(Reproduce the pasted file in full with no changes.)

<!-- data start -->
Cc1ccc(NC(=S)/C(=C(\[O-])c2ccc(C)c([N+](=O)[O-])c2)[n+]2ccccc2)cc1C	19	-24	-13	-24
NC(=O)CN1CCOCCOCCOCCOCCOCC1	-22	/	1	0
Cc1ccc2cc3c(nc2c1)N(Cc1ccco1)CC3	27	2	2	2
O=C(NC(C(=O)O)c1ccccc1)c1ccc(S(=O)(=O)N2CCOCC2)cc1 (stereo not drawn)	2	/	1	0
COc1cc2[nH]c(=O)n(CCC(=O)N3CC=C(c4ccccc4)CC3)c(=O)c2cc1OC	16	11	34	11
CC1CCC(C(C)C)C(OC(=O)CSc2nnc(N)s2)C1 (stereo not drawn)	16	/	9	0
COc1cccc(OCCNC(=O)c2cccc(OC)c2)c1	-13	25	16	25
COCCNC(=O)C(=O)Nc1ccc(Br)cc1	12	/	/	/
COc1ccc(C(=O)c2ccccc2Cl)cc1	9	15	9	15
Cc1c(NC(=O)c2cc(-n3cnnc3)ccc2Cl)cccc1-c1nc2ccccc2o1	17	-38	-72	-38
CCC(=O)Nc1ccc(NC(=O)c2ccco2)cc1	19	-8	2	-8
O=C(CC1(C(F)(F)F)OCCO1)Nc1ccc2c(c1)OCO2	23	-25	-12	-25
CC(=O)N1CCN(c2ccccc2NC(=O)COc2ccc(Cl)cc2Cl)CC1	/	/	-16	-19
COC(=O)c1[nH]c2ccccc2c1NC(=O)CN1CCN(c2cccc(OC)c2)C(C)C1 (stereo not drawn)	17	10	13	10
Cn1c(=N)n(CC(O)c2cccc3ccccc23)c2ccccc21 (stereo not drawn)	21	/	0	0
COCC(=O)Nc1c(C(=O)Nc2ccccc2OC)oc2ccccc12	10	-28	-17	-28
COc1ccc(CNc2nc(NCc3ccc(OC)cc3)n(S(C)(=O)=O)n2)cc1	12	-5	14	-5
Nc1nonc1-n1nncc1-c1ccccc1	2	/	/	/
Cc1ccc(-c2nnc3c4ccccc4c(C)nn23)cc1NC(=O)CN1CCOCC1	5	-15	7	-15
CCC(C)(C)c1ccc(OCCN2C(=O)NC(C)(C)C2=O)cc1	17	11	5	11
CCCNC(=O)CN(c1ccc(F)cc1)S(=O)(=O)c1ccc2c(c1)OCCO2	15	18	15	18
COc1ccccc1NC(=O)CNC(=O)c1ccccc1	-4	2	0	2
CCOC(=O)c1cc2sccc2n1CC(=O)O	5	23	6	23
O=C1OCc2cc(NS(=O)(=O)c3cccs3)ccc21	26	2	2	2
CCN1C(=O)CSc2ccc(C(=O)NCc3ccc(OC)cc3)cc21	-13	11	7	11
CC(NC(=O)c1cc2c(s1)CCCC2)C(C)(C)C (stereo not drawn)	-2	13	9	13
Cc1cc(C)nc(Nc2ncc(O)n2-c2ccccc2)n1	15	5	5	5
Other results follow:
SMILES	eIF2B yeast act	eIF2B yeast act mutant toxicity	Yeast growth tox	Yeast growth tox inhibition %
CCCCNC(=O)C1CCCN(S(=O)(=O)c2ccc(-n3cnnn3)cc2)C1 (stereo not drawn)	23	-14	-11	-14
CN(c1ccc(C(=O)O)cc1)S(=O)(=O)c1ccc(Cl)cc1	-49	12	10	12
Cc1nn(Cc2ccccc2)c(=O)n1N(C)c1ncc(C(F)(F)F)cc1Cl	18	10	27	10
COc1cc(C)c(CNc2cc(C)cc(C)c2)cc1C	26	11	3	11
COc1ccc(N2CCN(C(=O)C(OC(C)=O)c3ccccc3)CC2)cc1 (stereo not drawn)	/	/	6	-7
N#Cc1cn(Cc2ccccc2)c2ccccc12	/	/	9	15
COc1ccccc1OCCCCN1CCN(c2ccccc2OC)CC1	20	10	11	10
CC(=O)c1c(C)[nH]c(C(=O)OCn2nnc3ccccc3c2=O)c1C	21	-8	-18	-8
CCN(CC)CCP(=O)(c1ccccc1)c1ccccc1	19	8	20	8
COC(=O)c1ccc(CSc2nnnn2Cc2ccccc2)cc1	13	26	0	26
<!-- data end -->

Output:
Cc1ccc(NC(=S)/C(=C(\[O-])c2ccc(C)c([N+](=O)[O-])c2)[n+]2ccccc2)cc1C	19	-24	-13	-24
NC(=O)CN1CCOCCOCCOCCOCCOCC1	-22	/	1	0
Cc1ccc2cc3c(nc2c1)N(Cc1ccco1)CC3	27	2	2	2
O=C(NC(C(=O)O)c1ccccc1)c1ccc(S(=O)(=O)N2CCOCC2)cc1 (stereo not drawn)	2	/	1	0
COc1cc2[nH]c(=O)n(CCC(=O)N3CC=C(c4ccccc4)CC3)c(=O)c2cc1OC	16	11	34	11
CC1CCC(C(C)C)C(OC(=O)CSc2nnc(N)s2)C1 (stereo not drawn)	16	/	9	0
COc1cccc(OCCNC(=O)c2cccc(OC)c2)c1	-13	25	16	25
COCCNC(=O)C(=O)Nc1ccc(Br)cc1	12	/	/	/
COc1ccc(C(=O)c2ccccc2Cl)cc1	9	15	9	15
Cc1c(NC(=O)c2cc(-n3cnnc3)ccc2Cl)cccc1-c1nc2ccccc2o1	17	-38	-72	-38
CCC(=O)Nc1ccc(NC(=O)c2ccco2)cc1	19	-8	2	-8
O=C(CC1(C(F)(F)F)OCCO1)Nc1ccc2c(c1)OCO2	23	-25	-12	-25
CC(=O)N1CCN(c2ccccc2NC(=O)COc2ccc(Cl)cc2Cl)CC1	/	/	-16	-19
COC(=O)c1[nH]c2ccccc2c1NC(=O)CN1CCN(c2cccc(OC)c2)C(C)C1 (stereo not drawn)	17	10	13	10
Cn1c(=N)n(CC(O)c2cccc3ccccc23)c2ccccc21 (stereo not drawn)	21	/	0	0
COCC(=O)Nc1c(C(=O)Nc2ccccc2OC)oc2ccccc12	10	-28	-17	-28
COc1ccc(CNc2nc(NCc3ccc(OC)cc3)n(S(C)(=O)=O)n2)cc1	12	-5	14	-5
Nc1nonc1-n1nncc1-c1ccccc1	2	/	/	/
Cc1ccc(-c2nnc3c4ccccc4c(C)nn23)cc1NC(=O)CN1CCOCC1	5	-15	7	-15
CCC(C)(C)c1ccc(OCCN2C(=O)NC(C)(C)C2=O)cc1	17	11	5	11
CCCNC(=O)CN(c1ccc(F)cc1)S(=O)(=O)c1ccc2c(c1)OCCO2	15	18	15	18
COc1ccccc1NC(=O)CNC(=O)c1ccccc1	-4	2	0	2
CCOC(=O)c1cc2sccc2n1CC(=O)O	5	23	6	23
O=C1OCc2cc(NS(=O)(=O)c3cccs3)ccc21	26	2	2	2
CCN1C(=O)CSc2ccc(C(=O)NCc3ccc(OC)cc3)cc21	-13	11	7	11
CC(NC(=O)c1cc2c(s1)CCCC2)C(C)(C)C (stereo not drawn)	-2	13	9	13
Cc1cc(C)nc(Nc2ncc(O)n2-c2ccccc2)n1	15	5	5	5
Other results follow:
SMILES	eIF2B yeast act	eIF2B yeast act mutant toxicity	Yeast growth tox	Yeast growth tox inhibition %
CCCCNC(=O)C1CCCN(S(=O)(=O)c2ccc(-n3cnnn3)cc2)C1 (stereo not drawn)	23	-14	-11	-14
CN(c1ccc(C(=O)O)cc1)S(=O)(=O)c1ccc(Cl)cc1	-49	12	10	12
Cc1nn(Cc2ccccc2)c(=O)n1N(C)c1ncc(C(F)(F)F)cc1Cl	18	10	27	10
COc1cc(C)c(CNc2cc(C)cc(C)c2)cc1C	26	11	3	11
COc1ccc(N2CCN(C(=O)C(OC(C)=O)c3ccccc3)CC2)cc1 (stereo not drawn)	/	/	6	-7
N#Cc1cn(Cc2ccccc2)c2ccccc12	/	/	9	15
COc1ccccc1OCCCCN1CCN(c2ccccc2OC)CC1	20	10	11	10
CC(=O)c1c(C)[nH]c(C(=O)OCn2nnc3ccccc3c2=O)c1C	21	-8	-18	-8
CCN(CC)CCP(=O)(c1ccccc1)c1ccccc1	19	8	20	8
COC(=O)c1ccc(CSc2nnnn2Cc2ccccc2)cc1	13	26	0	26